Table of Contents


customer acquisition cost refers to the marginal spending on marketing and sales per customer added




Aggregators the following three characteristics:

  1. Direct relationship with users
  2. Zero marginal costs for serving users
  3. Demand-driven multi-sided networks with decreasing acquisition costs

Some notes on aggregators:

  • Generally speaking, any business that creates its customer value in-house is not an aggregator because its customer acquisition costs will limit its growth potential.
  • Aggregation is fundamentally about owning the user relationship and being able to scale that relationship.

This being said, there are different levels of aggregators.

Level 1 Aggregators: Supply Acquisition

  • Acquire supply
  • Market power springs from their relationship with users, but is primarily manifested through superior buying power
  • Industries: Typically operate in industries where supply is highly differentiated, and are susceptible to competitors with deeper pockets or orthogonal business models
  • E.g. Netflix:
    • Owns user relationship and bears no marginal costs in terms of COGS, distribution costs, or transaction costs.

Level 2 Aggregators: Supply Transaction Costs

  • Do not own their supply
  • Incur transaction costs in bringing suppliers onto their platform
    • Limits growth rate, absent the incursion of significant supplier acquisition costs
  • Industries: typically operate in industries with significant regulatory concerns that apply to the quality and safety of suppliers
  • E.g. Uber:
    • Owns user relationship and bears no marginal costs in terms of COGS, distribution costs, or transaction costs
    • Does not own cars; are suppleid by drivers
      • Incurs transaction costs in terms of money & time: background checks, vehicle verification, etc.
      • Limits supply growth which ultimately limits demand growth

Level 3 Aggregators: Zero Supply Costs

  • Do not own their supply
  • Incur no supplier acquisition costs (either in terms of attracting suppliers or on-boarding them)
  • E.g. Google:
    • Suppliers (websites) are not only accessible by Google by default, but in fact actively make themselves more easily searchable and discoverable
  • E.g. social networks:
    • Initial supply is provided by users (who are both users and suppliers)
    • Over time, professional content creators ad their content to the network for free
  • Industries: massive numbers of users, usually advertising based


  • Operate multi-sided markets with at least three sides:
    • Users
    • Suppliers
    • Advertisers
  • Zero marginal costs on all of them
  • E.g. Google and Facebook
    • Attracts users and suppliers for free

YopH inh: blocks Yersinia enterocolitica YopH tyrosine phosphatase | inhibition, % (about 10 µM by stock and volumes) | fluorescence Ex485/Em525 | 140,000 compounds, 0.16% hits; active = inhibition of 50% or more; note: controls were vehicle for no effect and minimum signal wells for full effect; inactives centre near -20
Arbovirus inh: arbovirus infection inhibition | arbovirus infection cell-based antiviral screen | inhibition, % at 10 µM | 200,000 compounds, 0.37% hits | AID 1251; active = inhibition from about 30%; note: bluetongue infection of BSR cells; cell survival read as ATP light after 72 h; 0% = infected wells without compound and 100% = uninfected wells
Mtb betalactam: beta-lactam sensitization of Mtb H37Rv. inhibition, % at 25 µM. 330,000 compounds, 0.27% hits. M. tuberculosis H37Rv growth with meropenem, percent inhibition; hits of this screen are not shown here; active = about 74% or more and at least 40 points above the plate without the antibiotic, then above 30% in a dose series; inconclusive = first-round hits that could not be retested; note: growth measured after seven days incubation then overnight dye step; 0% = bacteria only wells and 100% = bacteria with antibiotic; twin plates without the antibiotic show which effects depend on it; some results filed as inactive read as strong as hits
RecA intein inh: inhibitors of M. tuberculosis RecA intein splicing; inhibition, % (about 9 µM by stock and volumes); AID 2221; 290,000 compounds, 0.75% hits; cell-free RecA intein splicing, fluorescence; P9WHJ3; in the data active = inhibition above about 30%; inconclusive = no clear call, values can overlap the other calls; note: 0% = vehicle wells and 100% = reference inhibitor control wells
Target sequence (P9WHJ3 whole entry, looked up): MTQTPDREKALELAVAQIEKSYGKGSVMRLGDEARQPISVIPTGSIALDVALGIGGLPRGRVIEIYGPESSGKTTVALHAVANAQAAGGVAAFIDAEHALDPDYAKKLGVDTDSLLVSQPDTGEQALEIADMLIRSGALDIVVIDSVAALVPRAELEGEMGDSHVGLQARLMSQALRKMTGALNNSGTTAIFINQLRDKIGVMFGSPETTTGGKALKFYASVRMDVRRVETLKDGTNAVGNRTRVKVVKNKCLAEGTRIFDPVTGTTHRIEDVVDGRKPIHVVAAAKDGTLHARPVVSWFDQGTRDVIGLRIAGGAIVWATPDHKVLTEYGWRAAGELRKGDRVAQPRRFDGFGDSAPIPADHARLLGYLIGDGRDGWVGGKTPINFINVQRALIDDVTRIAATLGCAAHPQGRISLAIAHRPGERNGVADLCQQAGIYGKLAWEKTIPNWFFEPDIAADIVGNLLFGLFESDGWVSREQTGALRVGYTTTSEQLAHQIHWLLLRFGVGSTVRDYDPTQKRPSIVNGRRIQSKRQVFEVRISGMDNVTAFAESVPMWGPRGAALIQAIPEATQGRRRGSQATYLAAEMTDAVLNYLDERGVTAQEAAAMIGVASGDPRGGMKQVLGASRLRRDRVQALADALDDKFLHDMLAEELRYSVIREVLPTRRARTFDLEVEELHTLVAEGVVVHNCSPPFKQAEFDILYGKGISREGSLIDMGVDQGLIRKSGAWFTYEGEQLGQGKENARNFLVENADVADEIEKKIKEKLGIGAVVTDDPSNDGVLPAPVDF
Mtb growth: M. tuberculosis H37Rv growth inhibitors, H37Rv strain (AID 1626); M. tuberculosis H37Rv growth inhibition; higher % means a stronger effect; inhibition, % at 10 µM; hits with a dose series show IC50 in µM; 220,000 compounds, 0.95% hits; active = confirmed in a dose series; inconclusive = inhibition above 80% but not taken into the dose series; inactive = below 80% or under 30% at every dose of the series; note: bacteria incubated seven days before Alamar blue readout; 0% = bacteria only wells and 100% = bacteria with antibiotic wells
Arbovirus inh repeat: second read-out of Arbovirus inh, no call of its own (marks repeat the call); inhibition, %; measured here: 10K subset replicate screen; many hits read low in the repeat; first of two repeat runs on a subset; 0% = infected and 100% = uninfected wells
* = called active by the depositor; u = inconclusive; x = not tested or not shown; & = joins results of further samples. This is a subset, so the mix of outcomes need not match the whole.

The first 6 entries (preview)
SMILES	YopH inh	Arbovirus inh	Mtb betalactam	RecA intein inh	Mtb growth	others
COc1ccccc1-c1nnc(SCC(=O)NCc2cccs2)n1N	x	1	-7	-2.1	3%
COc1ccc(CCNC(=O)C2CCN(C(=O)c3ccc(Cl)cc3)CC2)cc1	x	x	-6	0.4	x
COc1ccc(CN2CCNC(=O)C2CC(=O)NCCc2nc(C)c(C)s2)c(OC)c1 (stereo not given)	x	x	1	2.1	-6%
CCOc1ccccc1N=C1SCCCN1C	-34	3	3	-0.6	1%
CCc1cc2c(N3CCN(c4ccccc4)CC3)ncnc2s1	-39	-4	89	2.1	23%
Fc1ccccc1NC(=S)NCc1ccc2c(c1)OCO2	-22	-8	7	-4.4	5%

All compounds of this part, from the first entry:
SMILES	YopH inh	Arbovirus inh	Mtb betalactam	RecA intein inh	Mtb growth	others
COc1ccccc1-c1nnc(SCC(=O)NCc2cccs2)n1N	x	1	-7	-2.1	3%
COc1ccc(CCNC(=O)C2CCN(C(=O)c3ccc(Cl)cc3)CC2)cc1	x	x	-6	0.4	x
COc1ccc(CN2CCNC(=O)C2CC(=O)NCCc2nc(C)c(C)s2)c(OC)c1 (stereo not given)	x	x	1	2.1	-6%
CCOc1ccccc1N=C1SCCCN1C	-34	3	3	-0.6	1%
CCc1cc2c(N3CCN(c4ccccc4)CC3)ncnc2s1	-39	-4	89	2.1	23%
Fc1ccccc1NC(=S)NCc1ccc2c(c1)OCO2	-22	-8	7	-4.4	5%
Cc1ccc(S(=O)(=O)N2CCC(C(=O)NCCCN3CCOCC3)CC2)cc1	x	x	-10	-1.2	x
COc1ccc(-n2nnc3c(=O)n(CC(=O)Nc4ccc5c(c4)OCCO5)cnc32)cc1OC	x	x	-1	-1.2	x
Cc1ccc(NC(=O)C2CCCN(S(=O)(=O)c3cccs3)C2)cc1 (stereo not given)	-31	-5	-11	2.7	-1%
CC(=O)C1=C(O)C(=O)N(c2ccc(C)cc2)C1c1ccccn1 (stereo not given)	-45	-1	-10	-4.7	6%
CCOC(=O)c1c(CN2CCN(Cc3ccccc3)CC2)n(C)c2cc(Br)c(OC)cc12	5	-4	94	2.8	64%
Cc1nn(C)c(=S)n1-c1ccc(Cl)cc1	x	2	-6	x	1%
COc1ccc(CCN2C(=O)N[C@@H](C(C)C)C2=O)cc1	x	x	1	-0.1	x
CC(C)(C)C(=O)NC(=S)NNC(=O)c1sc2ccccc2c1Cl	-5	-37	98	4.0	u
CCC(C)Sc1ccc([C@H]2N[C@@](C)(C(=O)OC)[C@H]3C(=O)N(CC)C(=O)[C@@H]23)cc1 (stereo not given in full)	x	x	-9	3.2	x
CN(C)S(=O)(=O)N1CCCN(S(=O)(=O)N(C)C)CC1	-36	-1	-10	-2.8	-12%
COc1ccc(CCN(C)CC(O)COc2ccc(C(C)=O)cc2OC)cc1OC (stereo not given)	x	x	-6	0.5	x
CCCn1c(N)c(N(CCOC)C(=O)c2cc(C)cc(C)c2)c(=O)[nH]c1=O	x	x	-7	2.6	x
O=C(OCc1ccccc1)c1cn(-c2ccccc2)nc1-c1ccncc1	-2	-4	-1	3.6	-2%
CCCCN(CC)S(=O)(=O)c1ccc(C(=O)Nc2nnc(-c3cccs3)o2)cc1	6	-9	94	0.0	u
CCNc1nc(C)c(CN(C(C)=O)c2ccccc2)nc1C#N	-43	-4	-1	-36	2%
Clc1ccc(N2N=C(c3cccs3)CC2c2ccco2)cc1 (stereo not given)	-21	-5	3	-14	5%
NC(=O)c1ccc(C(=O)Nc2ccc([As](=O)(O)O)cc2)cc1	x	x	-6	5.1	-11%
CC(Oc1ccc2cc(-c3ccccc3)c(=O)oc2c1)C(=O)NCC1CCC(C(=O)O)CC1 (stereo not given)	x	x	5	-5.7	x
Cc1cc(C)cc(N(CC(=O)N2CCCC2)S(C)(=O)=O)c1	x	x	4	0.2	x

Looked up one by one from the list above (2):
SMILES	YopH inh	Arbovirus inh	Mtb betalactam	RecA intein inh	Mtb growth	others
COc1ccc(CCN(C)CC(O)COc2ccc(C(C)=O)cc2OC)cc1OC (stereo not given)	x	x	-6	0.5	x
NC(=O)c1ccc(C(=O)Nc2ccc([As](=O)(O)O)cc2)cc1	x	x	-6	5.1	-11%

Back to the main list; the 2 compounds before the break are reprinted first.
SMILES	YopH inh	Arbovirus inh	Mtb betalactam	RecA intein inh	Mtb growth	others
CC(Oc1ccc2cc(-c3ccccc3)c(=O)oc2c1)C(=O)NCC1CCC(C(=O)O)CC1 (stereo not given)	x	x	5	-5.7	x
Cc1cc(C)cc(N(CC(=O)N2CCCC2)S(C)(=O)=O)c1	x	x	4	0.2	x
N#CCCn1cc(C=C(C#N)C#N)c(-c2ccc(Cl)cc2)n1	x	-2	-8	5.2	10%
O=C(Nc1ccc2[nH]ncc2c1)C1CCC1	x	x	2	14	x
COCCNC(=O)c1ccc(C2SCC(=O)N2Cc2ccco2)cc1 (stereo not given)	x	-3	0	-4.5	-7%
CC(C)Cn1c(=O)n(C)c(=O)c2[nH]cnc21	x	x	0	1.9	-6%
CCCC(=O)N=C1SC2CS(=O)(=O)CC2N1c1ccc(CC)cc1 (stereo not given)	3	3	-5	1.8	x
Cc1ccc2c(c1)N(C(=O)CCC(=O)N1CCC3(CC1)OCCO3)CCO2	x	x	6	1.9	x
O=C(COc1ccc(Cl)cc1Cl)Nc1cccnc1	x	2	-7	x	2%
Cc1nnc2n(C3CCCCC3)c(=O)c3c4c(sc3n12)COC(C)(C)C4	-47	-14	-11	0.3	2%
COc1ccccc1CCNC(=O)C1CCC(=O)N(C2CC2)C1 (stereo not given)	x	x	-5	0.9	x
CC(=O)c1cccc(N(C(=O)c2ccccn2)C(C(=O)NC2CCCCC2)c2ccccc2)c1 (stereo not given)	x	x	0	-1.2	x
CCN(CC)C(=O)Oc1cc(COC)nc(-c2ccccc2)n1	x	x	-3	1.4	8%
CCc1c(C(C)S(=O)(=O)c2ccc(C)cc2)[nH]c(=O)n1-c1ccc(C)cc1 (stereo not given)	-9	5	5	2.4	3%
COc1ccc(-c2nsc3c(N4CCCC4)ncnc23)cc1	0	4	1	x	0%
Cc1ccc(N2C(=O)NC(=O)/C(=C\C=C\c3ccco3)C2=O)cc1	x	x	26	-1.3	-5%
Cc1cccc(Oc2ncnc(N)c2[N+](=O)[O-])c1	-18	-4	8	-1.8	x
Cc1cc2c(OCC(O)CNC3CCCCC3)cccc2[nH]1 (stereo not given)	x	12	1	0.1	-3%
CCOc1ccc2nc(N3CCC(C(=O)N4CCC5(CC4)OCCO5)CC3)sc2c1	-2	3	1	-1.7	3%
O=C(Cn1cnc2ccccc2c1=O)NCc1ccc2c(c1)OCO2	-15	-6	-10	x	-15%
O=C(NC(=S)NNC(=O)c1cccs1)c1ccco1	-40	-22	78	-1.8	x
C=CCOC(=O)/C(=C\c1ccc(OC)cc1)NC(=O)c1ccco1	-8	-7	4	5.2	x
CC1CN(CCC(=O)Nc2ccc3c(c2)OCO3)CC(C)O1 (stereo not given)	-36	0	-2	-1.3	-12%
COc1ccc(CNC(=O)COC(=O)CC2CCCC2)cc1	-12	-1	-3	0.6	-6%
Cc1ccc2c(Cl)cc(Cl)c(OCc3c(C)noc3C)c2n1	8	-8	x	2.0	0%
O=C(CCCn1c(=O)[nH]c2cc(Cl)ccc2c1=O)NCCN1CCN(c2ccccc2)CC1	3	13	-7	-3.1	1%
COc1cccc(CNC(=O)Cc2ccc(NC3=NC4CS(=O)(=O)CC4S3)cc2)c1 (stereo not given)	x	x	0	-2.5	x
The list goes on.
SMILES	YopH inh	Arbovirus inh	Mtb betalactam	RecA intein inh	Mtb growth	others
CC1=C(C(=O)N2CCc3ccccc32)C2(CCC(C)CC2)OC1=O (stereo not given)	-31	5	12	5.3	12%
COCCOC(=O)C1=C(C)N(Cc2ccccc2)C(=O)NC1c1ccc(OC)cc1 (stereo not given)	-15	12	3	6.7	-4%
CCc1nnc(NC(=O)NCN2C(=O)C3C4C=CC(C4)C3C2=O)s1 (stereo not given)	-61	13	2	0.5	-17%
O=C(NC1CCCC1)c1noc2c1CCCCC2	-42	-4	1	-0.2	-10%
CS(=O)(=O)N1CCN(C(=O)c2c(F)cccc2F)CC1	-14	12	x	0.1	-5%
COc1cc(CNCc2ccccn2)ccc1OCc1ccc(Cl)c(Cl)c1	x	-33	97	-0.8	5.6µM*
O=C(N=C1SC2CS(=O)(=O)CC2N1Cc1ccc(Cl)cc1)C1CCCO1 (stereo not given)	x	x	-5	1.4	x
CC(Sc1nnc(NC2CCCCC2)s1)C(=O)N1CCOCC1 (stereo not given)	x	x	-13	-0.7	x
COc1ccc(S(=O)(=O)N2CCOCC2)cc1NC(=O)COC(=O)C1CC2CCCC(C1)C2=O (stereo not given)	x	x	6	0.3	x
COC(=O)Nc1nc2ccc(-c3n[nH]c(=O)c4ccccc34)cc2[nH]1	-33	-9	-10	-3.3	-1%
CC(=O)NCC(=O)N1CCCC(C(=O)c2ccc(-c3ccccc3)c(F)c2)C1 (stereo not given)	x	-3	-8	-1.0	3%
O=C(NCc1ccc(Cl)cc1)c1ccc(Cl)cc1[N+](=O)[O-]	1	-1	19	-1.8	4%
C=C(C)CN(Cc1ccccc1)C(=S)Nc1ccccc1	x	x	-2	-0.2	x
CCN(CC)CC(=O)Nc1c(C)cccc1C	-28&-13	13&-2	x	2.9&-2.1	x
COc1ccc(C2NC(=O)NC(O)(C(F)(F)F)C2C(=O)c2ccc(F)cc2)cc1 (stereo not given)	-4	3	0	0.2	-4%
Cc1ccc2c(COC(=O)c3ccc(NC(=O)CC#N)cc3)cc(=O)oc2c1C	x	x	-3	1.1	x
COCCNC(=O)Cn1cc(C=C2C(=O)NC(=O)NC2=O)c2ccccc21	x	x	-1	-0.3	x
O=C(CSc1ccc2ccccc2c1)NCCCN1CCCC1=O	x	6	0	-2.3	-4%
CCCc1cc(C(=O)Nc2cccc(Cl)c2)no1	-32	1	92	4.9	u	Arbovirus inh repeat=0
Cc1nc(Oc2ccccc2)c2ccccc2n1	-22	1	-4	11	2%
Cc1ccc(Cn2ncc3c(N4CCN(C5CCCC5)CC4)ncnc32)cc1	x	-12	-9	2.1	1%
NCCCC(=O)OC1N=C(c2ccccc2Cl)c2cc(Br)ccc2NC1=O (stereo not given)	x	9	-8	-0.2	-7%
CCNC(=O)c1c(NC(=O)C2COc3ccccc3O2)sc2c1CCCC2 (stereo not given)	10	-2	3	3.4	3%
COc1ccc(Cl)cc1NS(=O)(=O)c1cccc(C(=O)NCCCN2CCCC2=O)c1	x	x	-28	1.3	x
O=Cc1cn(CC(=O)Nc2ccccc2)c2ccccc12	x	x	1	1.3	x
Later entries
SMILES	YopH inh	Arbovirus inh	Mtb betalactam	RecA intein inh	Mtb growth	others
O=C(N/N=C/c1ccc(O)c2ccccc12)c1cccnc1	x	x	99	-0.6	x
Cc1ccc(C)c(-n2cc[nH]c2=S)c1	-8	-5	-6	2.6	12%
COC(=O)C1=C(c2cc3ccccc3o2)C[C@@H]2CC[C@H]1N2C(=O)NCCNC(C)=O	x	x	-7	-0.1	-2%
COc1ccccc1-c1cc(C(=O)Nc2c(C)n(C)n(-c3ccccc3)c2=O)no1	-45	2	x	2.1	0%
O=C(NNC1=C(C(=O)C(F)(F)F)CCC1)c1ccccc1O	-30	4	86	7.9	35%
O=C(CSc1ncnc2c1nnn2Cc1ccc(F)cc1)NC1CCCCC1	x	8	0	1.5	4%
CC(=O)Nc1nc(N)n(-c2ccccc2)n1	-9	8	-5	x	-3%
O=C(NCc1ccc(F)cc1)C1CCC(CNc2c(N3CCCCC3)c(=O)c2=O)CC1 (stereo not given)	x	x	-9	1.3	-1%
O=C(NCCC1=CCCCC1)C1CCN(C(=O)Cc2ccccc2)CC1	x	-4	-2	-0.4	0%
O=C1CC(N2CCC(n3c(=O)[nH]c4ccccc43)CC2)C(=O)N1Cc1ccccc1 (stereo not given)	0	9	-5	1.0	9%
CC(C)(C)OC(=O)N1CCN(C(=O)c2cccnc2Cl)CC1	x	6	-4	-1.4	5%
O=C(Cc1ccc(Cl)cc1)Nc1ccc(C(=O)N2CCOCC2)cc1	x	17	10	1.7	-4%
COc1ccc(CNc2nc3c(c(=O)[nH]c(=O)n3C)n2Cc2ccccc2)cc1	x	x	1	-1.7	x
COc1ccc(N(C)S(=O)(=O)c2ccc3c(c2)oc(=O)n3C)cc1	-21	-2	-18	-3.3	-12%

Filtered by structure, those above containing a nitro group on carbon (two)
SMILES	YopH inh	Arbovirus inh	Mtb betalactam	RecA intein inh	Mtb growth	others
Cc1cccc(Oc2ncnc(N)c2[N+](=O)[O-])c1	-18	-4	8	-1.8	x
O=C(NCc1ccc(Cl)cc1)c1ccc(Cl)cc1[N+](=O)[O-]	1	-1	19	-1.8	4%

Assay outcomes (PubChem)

• Self-serve advertising models that generate revenue without corresponding variable costs


"Lessons from Spotify"

Venture outcomes

(Example) Silicon-based chips have:

  • Minimal marginal costs
    • Cost of revenue that impacts gross margins
  • Large fixed costs
    • "under the line" and an operation cost that only impacts overall profitability

Fundamental economic rationale for taking on venture capital is the same: spend a lot of money up front to develop and build a product, and take advantage of minimal marginal costs to make up in volume

Spotify's operational costs

  • Most businesses care about COGS
  • Saas companies frequently spend $< 5-10%$ of their marginal revenue per customer on delivering the underlying service
  • Allows Saas entrepeneurs to almost ignore every factor of their unit economics except customer acquisition cost
    • Quick growth: can ignore expenses which does not scale with number of customers

The posts has a plot displaying how the different fixed costs vary together with revenue, showing that the revenue is increasing faster than the fixed costs.

Spotify's marginal cost problem

  • Royalities Spotify pays the music industry

Plot in post displays revenue and cost in same plot.

Spotify's missing profit potential

  • Spotify's margins are completely at the mercy of the record labels
  • Company is not just unprofitable, its losses are rowing (in an absolute euro terms)
  • Leaves two options:
    • Could try to lower operations costs: hard though, as they are already low (supposedly, he makes comparison to Dropbox)
    • Could grow revenue without increasing operation costs:
      • How though? (No answer)
    • Cut out label companies altogether (do "a Netflix", I'd say)
      • Problem: music labels have been strengthened by Spotify due to reduction in piracy